Elizabeth Hascher, Senior Anchor Intern
As a political science and peace studies student, it can sometimes be difficult to make sense of how God works in my life. I spend a lot of time having discussions of heavy topics — genocide, racism, poverty, mass incarceration, and so on. When I’m not talking about these things in class, I’m talking about them with my friends, reading authors like Ta-Nehisi Coates and Roxane Gay, and watching documentaries.
I have developed a fairly good sense of how to balance reflection on serious topics with fun and relaxation. However, there are still plenty of moments when it all just feels like it’s too much. The world is full of suffering and violence, and as just one person, I know I cannot do it all.
This Lent, I challenged myself to journal twice a day: in the morning, and again at night. My hope in doing so was that by taking the time to intentionally reflect on my experiences, I could be more attentive to encounters with Christ and the influence of faith in my life. I wasn’t always successful at making time for journaling, but this practice did illuminate some unique thoughts and patterns that I would not have otherwise noticed.
One of the most meaningful insights gleaned through my process of journaling was the influence of one particular reading I did for a peace studies course. As I read through a workbook on conflict negotiation, a short passage from John Paul Lederach, a former Notre Dame professor and well-known peacebuilding practitioner, caught my eye.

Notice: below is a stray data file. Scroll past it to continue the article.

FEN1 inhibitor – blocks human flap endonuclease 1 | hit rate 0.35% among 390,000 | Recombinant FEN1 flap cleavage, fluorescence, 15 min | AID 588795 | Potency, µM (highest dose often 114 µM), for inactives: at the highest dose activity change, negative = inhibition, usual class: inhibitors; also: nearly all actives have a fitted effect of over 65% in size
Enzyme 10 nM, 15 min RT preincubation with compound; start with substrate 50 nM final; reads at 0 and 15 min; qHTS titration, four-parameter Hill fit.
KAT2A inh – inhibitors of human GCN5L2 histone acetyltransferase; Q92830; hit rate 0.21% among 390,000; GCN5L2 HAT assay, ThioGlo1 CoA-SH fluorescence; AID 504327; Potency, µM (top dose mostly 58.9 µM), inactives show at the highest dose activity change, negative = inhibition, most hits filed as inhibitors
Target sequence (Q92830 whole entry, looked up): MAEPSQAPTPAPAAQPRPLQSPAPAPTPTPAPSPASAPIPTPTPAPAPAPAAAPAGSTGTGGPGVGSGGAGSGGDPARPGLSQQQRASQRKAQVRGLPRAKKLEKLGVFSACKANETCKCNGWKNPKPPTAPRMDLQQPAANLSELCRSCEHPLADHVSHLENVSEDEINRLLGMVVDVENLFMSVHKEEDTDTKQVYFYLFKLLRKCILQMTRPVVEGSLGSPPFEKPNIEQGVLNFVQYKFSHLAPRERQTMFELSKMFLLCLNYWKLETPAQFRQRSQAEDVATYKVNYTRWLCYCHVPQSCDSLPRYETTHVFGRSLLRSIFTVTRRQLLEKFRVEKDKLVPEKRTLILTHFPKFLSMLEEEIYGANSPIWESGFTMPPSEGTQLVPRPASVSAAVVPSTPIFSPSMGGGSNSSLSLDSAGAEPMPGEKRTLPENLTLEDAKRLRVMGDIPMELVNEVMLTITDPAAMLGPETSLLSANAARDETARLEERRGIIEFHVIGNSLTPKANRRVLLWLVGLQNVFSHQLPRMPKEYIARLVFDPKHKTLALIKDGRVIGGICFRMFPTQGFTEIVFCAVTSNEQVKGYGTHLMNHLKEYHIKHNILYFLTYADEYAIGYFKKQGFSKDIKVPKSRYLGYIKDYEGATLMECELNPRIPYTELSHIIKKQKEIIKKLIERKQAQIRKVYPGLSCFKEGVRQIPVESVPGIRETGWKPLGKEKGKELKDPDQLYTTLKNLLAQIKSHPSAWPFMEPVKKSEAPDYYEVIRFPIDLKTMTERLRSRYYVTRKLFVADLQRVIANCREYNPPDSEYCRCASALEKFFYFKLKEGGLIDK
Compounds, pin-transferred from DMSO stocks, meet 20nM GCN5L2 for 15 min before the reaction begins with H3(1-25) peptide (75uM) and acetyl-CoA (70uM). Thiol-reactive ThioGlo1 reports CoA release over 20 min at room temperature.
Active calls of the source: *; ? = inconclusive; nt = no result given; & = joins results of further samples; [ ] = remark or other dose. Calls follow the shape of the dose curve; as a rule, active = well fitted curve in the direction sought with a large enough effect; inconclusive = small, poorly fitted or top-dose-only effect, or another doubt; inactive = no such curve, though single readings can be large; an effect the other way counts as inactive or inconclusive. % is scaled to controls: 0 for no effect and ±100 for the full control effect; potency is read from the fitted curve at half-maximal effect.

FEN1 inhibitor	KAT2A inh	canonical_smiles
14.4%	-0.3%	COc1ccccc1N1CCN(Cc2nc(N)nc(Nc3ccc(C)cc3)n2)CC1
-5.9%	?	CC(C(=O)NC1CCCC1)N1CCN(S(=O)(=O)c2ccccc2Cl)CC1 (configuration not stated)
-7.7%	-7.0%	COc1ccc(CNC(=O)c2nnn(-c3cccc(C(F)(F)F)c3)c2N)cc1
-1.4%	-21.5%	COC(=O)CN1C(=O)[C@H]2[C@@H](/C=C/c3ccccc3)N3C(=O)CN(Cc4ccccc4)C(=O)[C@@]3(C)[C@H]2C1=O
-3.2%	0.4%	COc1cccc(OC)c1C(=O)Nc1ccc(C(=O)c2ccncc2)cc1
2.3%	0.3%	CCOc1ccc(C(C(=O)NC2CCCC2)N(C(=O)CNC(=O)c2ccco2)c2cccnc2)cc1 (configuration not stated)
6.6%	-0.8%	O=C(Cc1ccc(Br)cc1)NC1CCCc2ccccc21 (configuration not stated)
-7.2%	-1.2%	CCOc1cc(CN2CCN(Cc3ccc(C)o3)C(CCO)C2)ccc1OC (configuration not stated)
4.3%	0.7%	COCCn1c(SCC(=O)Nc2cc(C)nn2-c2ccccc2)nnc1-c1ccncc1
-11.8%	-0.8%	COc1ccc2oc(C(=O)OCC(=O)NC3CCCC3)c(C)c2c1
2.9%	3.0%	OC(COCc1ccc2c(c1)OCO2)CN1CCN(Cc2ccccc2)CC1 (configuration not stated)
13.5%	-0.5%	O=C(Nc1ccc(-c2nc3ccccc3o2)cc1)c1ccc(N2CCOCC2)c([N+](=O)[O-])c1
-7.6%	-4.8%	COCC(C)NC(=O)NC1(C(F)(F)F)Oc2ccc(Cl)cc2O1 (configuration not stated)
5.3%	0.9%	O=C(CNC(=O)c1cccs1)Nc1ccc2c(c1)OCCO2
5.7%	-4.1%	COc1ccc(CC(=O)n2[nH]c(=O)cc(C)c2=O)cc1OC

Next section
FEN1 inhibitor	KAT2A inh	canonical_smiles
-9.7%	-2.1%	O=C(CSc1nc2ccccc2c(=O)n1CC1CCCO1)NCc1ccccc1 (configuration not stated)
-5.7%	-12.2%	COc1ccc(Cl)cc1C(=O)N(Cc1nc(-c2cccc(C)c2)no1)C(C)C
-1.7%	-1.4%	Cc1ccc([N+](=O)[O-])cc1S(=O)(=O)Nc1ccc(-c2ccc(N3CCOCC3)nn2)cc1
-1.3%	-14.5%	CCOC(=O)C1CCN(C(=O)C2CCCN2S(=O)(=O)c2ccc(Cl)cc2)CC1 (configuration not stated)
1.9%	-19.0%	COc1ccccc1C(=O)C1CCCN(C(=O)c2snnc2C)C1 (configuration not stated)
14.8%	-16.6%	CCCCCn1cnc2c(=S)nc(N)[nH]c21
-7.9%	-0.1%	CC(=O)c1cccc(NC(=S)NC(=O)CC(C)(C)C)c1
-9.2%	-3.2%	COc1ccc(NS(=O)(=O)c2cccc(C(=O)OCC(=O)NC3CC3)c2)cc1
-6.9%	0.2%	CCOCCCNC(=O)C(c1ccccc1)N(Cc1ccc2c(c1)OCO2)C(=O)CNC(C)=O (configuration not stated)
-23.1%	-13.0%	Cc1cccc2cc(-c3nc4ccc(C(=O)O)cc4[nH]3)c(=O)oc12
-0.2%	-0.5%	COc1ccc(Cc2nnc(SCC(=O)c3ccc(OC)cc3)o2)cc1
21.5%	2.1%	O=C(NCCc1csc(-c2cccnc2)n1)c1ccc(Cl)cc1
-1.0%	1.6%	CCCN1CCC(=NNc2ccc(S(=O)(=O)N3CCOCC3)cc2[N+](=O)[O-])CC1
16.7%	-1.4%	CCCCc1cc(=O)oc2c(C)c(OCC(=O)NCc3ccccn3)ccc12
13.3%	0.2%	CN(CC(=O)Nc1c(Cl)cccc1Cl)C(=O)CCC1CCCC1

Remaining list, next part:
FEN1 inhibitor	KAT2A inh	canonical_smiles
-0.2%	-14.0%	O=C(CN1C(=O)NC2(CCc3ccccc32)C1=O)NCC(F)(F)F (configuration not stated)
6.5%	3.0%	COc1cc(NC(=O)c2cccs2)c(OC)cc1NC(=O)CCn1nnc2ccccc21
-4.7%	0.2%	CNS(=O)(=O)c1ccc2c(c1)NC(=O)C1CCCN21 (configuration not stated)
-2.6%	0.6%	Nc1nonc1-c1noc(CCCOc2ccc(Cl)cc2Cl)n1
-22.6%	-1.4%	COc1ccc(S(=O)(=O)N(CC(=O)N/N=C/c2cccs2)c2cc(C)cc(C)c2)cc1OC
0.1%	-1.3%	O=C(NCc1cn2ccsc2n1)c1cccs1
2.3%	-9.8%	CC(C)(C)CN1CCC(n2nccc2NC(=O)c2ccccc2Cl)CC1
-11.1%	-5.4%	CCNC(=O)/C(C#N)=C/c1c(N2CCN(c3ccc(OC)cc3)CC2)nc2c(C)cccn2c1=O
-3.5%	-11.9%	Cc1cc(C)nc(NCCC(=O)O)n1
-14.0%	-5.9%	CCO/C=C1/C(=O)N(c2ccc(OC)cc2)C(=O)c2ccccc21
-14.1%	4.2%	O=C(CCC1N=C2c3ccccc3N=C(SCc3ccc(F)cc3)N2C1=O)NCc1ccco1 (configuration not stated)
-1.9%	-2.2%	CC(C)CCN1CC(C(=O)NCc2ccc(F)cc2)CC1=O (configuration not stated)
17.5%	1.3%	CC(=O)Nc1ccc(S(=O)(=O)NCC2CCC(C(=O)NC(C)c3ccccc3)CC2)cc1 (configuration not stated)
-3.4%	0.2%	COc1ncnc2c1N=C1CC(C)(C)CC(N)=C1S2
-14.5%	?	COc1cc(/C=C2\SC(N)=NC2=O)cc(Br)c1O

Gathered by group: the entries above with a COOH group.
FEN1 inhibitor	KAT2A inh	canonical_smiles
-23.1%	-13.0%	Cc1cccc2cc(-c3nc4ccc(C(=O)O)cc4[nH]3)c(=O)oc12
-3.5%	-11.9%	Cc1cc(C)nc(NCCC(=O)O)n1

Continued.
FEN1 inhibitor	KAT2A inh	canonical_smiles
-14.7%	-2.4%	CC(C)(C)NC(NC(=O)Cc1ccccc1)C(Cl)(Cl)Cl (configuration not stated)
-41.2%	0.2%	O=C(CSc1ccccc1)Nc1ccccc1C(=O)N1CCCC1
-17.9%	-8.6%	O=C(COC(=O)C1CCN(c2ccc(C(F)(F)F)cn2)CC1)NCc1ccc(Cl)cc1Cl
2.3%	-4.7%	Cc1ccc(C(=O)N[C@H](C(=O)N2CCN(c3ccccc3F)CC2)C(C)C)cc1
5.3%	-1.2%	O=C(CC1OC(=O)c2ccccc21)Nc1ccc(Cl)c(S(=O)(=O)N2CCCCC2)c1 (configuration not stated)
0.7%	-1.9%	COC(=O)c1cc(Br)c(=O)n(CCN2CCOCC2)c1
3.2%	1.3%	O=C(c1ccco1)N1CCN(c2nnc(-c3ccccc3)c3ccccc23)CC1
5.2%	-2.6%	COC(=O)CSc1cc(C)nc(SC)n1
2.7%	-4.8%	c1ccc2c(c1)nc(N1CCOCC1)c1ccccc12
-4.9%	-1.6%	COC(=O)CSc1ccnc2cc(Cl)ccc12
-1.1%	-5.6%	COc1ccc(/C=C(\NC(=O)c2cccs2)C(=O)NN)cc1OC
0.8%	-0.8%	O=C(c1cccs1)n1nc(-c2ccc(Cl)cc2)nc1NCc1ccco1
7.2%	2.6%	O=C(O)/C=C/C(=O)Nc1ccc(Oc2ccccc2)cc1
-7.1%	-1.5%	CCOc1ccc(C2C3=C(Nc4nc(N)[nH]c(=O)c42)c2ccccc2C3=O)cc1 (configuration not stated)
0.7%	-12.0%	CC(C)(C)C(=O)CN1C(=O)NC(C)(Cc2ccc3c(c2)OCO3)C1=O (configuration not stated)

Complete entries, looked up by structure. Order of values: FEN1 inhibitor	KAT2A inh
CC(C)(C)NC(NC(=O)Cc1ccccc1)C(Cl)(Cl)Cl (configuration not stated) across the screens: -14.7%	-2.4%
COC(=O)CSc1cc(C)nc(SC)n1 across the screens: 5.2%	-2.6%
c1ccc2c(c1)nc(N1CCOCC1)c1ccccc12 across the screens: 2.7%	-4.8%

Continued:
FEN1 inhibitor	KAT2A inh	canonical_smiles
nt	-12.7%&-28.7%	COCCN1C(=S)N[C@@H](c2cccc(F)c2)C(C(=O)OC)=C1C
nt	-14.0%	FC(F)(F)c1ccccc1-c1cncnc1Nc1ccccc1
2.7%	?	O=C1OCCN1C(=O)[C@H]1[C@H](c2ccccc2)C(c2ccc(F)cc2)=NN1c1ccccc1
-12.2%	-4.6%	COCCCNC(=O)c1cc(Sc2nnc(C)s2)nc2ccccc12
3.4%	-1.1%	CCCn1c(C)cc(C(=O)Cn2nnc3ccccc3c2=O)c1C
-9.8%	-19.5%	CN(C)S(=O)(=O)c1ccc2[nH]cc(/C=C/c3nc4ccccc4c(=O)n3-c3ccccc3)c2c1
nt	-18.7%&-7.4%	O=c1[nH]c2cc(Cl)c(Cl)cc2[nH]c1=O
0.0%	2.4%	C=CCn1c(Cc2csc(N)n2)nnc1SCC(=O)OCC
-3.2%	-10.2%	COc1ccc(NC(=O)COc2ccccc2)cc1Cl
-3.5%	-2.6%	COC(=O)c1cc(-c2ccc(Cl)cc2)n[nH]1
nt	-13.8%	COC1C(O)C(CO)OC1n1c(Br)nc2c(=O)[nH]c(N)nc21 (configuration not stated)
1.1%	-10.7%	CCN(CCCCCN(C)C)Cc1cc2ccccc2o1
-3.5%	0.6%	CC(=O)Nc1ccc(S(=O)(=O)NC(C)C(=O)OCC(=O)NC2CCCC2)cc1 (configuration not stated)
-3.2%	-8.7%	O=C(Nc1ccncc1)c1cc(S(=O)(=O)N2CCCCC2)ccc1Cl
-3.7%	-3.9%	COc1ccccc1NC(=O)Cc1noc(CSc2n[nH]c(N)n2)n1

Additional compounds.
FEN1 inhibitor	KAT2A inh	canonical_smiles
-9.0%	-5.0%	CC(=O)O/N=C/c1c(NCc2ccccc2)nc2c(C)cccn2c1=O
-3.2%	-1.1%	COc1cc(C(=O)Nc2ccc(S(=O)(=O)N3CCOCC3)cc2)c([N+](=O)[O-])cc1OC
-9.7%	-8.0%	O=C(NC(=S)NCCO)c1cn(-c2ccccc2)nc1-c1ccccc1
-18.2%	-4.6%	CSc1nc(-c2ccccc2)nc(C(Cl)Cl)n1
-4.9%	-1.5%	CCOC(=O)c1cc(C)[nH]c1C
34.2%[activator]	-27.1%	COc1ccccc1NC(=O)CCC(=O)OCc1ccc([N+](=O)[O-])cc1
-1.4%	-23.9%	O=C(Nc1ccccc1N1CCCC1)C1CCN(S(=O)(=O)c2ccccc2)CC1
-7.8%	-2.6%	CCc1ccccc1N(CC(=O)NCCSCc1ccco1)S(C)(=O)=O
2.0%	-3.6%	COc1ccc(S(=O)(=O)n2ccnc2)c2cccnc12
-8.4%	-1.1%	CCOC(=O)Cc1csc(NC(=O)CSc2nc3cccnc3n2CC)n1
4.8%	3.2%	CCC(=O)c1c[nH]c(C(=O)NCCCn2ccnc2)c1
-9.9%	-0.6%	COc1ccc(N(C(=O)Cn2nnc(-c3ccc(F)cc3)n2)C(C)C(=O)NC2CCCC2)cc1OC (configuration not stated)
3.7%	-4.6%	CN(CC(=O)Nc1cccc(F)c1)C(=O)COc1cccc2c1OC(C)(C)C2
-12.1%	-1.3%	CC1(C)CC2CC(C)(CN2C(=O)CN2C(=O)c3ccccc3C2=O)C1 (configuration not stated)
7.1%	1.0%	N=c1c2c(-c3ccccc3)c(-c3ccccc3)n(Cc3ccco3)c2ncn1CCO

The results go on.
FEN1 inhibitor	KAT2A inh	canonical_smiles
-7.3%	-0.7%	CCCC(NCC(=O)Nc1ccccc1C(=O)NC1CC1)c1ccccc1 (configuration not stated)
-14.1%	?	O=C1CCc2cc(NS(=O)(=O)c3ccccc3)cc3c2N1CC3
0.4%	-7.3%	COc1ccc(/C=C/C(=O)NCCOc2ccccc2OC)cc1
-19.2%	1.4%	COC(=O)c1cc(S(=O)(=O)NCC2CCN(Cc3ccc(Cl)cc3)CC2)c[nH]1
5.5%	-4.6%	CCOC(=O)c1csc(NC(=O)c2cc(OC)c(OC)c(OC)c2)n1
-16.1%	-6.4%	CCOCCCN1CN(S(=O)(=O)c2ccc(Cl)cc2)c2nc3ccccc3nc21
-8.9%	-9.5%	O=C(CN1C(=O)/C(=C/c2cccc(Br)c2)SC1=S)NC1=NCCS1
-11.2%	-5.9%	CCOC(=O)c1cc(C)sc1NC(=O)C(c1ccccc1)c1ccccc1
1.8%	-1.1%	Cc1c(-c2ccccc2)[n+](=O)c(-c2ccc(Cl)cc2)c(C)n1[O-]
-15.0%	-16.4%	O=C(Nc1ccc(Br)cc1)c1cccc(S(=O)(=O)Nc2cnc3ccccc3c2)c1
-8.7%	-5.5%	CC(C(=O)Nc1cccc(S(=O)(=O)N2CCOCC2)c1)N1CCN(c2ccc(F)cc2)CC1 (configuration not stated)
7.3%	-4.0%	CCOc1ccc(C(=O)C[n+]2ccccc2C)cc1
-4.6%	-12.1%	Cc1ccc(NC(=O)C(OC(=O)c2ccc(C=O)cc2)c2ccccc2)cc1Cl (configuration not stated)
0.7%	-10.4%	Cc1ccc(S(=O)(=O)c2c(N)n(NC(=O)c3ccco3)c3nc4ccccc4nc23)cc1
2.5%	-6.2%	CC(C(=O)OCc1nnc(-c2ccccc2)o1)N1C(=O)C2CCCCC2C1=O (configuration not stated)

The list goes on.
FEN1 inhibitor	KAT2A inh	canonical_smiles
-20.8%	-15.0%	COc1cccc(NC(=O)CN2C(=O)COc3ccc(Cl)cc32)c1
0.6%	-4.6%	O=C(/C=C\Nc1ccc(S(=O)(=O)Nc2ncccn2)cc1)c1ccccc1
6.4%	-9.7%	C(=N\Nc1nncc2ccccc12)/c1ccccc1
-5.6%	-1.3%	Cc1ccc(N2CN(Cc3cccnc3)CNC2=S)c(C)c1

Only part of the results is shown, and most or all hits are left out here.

In this piece, Lederach writes about his work pursuing reconciliation after violence in various Central American countries. He found one Bible verse to have particular resonance in this setting: Psalm 85:10. Lederach says it is most beautiful in Spanish, but it roughly translates to, “Truth and mercy have met together; peace and justice have kissed.” This place of meeting, he writes, is reconciliation.
As Lent went on, I noticed myself coming back to this verse again and again. It would resurface as I thought about my classes, my conversations with friends, my job search, and my extracurriculars. I have started to see this as something that will serve as a guiding framework for my vocational discernment and call to discipleship. What I study and what I do with the knowledge I have is oriented toward seeking peace, justice, and reconciliation. Furthermore, this meeting of truth, mercy, peace, and justice is an idea which holds great meaning for us all in the celebration of Easter.
During Holy Week, we witnessed how truth and justice, when warped and unchecked, can destroy us. On Easter Sunday, we come to understand how mercy and peace are necessary for our salvation. The Resurrection ultimately only makes sense as the greatest moment of reconciliation, as a place where truth and mercy meet, and peace and justice unite.
If we are to live our lives in the hope of the Resurrection and not in Holy Saturday, we should always be seeking this place of reconciliation. As we journey forward through the rest of the liturgical year, may we continue to strive toward this balance of truth, mercy, peace, and justice, in everything we do.